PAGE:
I once had a cat named Pinto that had what, we called, ‘double toes’ also called Polydactylism.

On both of his front paws he had 6 toes. The extra one was stuck in between his "thumb" toe for lack of a better name and what would be the first toe on a normal cat. It had a claw that always protruded from it that he was unable to retract like all the other "normal" toes.

We always had to pay careful attention to these extra toes – the claws needed to be cut as short as possible because since they stuck out they tended to get caught on things as he walked along, like the carpet or the blankets and such. They never seemed to cause him any pain except for the frustration of getting trapped in stuff occasionally.

He acted and did all the normal cat things. Once my friend had some fresh grown catnip she gave me that I hid away from him up in a top cupboard in the back room. He adored catnip! Especially this potent smelling kind! I heard a strange noise about an hour later and went to investigate. I found him way up high (about 6 feet up) sitting on the top shelf of the cabinet crazy out of his mind staring down at me with big dilated wild eyes.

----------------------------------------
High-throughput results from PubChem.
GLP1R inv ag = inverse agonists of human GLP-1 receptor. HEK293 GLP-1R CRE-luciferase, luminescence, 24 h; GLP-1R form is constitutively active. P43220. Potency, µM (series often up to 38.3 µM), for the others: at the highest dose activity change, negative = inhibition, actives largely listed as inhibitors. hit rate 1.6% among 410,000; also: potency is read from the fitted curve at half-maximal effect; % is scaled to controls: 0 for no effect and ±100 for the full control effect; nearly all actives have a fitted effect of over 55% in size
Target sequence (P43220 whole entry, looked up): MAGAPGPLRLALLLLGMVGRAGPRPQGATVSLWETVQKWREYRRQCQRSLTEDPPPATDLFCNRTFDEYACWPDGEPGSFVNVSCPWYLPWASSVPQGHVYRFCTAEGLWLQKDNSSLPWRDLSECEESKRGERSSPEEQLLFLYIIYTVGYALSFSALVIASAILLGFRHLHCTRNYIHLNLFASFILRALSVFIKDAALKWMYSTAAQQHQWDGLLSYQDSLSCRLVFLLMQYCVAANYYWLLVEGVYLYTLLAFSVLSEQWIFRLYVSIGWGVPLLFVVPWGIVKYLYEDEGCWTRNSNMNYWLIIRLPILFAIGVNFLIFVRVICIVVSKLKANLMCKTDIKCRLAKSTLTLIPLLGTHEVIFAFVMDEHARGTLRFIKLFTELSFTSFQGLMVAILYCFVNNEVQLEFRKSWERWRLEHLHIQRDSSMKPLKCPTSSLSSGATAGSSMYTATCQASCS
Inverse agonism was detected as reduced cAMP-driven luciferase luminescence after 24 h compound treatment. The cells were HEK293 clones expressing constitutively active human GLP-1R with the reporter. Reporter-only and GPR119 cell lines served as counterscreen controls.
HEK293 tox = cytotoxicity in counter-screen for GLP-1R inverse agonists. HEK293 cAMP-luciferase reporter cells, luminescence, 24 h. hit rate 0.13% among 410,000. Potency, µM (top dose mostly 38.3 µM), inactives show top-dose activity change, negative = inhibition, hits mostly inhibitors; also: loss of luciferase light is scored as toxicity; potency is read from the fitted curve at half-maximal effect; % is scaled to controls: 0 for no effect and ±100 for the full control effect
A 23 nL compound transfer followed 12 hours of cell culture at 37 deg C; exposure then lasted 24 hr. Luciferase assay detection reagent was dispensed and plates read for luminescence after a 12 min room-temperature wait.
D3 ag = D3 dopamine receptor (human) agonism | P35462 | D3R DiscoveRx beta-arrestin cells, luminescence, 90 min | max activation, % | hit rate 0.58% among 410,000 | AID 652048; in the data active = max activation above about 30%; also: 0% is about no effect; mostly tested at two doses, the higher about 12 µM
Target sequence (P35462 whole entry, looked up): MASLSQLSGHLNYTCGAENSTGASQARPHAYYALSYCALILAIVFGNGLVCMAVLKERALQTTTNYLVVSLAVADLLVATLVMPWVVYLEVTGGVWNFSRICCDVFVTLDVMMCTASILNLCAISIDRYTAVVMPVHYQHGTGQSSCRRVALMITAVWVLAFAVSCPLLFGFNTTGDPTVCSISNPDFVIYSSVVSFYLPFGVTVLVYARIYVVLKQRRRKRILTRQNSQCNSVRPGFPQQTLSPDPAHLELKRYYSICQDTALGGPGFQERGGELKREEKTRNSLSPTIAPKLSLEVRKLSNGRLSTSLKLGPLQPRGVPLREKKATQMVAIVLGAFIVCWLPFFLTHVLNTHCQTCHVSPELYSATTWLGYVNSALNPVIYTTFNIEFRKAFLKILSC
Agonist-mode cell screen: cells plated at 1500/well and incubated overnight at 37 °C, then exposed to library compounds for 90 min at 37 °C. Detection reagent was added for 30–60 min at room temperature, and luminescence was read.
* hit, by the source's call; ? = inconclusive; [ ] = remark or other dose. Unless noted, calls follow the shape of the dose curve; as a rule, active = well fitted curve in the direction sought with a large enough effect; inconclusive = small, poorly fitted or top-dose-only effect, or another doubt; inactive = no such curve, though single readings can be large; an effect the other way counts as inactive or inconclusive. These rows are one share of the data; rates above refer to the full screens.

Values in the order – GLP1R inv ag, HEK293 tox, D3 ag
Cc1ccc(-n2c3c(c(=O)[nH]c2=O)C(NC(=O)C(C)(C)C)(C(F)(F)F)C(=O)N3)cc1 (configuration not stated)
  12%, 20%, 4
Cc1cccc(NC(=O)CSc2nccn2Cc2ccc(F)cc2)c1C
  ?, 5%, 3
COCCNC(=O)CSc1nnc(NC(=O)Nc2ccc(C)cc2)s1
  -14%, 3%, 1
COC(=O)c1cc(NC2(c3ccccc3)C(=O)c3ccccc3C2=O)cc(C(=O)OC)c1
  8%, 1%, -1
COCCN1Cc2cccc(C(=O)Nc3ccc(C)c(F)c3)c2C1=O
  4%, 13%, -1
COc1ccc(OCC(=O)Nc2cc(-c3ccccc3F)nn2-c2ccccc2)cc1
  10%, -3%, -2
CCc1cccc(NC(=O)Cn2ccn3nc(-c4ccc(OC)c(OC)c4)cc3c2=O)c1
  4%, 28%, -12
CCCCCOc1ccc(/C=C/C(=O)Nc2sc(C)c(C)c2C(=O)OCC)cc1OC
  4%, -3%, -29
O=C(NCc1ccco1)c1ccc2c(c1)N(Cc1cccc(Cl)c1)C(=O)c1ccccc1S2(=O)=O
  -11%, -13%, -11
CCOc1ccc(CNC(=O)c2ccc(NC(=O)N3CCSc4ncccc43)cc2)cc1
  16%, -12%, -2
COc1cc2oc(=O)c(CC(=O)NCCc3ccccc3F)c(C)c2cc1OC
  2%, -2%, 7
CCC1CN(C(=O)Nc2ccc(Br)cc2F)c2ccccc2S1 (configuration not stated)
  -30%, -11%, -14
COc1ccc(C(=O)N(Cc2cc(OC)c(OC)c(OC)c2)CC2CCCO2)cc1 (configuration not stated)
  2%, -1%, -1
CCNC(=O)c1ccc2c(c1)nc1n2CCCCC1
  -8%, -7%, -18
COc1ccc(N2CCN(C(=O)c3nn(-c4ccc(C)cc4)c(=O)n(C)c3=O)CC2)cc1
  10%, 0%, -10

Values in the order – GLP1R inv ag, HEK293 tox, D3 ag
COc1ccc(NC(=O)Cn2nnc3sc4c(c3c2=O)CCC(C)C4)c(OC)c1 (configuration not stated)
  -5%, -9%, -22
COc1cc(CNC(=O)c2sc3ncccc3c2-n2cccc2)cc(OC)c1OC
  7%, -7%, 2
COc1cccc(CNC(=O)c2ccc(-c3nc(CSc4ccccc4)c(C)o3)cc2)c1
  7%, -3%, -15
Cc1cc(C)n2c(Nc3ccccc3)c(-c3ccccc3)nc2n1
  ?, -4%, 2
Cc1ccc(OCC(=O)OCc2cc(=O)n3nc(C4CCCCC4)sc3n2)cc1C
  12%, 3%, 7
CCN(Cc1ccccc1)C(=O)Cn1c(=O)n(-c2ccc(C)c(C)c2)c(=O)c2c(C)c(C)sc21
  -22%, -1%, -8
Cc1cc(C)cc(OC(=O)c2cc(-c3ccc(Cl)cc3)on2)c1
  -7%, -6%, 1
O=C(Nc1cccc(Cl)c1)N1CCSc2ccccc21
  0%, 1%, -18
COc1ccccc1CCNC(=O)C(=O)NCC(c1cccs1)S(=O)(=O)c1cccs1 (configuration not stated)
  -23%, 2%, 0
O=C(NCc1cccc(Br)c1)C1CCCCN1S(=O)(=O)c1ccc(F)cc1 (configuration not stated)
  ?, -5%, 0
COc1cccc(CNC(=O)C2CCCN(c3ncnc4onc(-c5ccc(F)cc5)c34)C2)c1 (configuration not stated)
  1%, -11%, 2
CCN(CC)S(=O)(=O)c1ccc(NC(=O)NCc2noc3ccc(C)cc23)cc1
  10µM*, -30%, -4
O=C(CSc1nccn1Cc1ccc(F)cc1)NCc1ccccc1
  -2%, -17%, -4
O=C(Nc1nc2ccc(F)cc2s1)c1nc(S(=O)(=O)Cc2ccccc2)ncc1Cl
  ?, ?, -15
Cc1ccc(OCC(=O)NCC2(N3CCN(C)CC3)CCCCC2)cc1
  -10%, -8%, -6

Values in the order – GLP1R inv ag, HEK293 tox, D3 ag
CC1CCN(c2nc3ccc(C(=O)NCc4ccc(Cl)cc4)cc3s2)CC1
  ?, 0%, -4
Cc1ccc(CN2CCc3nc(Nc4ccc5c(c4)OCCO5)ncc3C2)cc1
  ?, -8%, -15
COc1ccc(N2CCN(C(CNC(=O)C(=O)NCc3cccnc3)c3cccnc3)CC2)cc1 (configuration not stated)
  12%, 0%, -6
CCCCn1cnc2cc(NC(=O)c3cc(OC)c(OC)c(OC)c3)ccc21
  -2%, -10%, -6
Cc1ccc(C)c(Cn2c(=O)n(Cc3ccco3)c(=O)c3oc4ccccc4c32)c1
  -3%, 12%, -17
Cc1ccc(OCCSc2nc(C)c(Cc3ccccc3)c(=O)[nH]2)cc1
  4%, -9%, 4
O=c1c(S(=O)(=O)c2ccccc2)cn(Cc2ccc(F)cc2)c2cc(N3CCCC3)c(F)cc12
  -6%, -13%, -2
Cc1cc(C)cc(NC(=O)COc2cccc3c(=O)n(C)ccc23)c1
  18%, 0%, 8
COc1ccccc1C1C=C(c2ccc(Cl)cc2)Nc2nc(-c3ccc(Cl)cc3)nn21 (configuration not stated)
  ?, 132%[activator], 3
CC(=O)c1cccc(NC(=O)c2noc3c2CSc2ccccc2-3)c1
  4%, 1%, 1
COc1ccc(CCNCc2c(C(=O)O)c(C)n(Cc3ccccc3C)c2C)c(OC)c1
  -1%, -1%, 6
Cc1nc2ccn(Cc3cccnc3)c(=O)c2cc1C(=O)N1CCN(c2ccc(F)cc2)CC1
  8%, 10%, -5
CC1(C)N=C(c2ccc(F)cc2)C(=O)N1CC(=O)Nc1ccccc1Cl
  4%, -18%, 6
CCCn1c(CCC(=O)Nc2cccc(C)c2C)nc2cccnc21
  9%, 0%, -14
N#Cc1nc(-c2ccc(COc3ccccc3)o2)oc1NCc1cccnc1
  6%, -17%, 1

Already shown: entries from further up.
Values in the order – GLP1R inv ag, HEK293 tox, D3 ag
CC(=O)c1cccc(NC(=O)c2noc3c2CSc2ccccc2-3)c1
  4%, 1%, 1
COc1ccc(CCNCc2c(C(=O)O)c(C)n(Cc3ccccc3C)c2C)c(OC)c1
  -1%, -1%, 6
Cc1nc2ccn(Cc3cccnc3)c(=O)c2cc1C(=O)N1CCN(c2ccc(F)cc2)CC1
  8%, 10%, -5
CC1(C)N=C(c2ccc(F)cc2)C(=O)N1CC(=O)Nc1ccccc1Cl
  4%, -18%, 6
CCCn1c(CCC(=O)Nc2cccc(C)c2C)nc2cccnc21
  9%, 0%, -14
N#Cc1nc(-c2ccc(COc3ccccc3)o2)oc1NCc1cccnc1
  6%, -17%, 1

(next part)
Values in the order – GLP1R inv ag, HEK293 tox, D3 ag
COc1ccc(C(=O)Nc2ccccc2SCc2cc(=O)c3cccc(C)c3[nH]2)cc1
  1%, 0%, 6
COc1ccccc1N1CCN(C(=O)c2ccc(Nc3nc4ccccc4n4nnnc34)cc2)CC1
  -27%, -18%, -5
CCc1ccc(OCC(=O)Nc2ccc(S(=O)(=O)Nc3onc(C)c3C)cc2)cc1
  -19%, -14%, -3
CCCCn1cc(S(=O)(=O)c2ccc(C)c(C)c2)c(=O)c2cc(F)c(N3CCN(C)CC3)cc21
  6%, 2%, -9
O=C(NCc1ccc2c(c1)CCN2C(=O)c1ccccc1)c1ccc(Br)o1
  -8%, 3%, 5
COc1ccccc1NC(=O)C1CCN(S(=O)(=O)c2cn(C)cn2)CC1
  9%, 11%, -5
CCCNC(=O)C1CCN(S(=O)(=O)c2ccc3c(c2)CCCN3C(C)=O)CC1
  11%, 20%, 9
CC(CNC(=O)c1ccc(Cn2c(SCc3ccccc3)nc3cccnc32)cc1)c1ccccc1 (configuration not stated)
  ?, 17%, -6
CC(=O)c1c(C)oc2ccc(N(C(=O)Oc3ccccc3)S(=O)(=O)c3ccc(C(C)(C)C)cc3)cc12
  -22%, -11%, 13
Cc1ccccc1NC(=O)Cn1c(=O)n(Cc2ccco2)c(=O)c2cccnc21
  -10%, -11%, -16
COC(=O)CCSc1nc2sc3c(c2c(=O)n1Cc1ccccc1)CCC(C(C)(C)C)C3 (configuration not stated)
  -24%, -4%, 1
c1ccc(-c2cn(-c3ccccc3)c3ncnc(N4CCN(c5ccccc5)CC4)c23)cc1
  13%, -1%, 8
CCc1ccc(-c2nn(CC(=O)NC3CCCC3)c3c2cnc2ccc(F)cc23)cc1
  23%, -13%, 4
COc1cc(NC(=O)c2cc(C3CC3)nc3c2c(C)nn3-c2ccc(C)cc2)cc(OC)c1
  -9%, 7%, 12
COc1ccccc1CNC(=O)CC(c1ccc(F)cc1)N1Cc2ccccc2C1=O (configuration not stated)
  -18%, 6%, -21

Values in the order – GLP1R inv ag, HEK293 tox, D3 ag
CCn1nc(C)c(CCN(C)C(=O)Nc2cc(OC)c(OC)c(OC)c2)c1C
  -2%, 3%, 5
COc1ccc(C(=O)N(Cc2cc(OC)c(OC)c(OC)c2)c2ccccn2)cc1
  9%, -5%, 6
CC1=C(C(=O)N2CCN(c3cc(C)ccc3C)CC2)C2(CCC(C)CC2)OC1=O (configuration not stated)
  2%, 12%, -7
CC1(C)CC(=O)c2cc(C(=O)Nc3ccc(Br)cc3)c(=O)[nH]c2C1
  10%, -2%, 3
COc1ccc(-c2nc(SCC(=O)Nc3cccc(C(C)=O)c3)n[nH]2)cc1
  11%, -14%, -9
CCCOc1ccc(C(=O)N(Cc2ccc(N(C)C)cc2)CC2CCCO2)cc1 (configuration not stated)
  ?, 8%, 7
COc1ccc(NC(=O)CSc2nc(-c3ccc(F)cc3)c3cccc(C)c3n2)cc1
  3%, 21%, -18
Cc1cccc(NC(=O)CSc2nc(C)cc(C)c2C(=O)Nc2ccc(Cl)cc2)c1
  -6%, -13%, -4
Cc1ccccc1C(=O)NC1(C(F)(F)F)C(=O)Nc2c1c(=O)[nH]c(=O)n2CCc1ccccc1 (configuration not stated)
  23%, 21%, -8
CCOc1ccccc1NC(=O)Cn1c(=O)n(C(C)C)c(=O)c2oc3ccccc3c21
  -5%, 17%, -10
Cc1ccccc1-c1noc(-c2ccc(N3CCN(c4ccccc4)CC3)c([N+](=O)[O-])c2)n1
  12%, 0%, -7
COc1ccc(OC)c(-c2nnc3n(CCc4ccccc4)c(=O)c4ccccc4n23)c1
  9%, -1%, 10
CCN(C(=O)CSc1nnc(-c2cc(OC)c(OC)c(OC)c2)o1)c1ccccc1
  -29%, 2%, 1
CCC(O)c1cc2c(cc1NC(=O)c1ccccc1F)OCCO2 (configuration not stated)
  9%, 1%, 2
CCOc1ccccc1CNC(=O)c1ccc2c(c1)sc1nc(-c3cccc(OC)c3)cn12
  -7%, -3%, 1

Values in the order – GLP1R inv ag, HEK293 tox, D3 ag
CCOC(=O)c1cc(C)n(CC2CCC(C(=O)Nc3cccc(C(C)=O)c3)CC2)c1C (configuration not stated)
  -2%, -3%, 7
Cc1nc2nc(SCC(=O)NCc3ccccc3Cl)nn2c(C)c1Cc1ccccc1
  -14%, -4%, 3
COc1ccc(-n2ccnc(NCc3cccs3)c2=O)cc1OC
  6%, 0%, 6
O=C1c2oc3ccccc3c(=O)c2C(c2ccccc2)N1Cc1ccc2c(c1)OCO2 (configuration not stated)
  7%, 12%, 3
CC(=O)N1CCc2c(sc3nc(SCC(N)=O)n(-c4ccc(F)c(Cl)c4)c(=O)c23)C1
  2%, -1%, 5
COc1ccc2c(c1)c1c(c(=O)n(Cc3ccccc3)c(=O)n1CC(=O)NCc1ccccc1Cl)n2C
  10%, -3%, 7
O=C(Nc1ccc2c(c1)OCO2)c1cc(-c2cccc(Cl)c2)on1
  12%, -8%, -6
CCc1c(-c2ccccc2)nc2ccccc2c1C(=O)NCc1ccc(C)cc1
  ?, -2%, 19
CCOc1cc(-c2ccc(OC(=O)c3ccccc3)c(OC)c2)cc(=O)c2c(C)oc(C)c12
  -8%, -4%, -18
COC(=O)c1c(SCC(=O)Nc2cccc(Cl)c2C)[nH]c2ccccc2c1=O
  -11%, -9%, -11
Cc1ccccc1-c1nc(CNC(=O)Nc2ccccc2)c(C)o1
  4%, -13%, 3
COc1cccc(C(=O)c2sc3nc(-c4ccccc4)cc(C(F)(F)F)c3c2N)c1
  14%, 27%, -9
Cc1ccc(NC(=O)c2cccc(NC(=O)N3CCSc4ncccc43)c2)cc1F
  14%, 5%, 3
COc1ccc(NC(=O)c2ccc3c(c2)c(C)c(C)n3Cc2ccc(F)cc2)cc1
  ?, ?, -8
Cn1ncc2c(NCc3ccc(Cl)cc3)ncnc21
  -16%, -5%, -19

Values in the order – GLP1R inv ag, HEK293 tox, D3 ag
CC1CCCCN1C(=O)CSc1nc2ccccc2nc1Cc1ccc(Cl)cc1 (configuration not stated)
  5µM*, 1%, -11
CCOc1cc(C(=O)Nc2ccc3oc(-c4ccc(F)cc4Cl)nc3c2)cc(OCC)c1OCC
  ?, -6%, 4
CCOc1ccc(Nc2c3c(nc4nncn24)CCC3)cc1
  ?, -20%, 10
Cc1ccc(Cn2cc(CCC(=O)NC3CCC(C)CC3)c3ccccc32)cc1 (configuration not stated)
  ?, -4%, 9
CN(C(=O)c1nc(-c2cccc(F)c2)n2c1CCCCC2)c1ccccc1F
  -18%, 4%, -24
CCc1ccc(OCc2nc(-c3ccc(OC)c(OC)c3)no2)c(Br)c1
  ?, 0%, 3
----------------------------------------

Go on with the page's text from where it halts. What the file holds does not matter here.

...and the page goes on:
Somehow he had climbed up on the lower cabinet and opened the top cabinet door with his paws (not easy - it is the kind that you have to pull at and finally it pops open) and then climbed up three shelves in order to indulge in his secret stash. Obviously his other toes were quite nimble. He was no worse for the escapade though - wired up maybe for about an hour afterwards but then off to sleep he went - like normal.

He was a very large cat and his coat colour was mostly white with some black blotches here and there and a black tail. He lived to be 14 and died of an enlarged heart condition, which had nothing to do with the genetic deformity of his toes that I know of. I had him from when I was 10 till age 24. He was a dear sweet loving soul and I miss him with all my heart still.

Amiee Amaral: Taunton, Massachusetts, USA


Five Good Reasons for Having Your Cat Neutered

  • Reduces fighting, injury and noise
  • Reduces spraying and smelling
  • Much less likely to wander and get lost
  • Safer from diseases like feline AIDS, mammary tumours and feline leukaemia
  • Reduces the number of unwanted kittens

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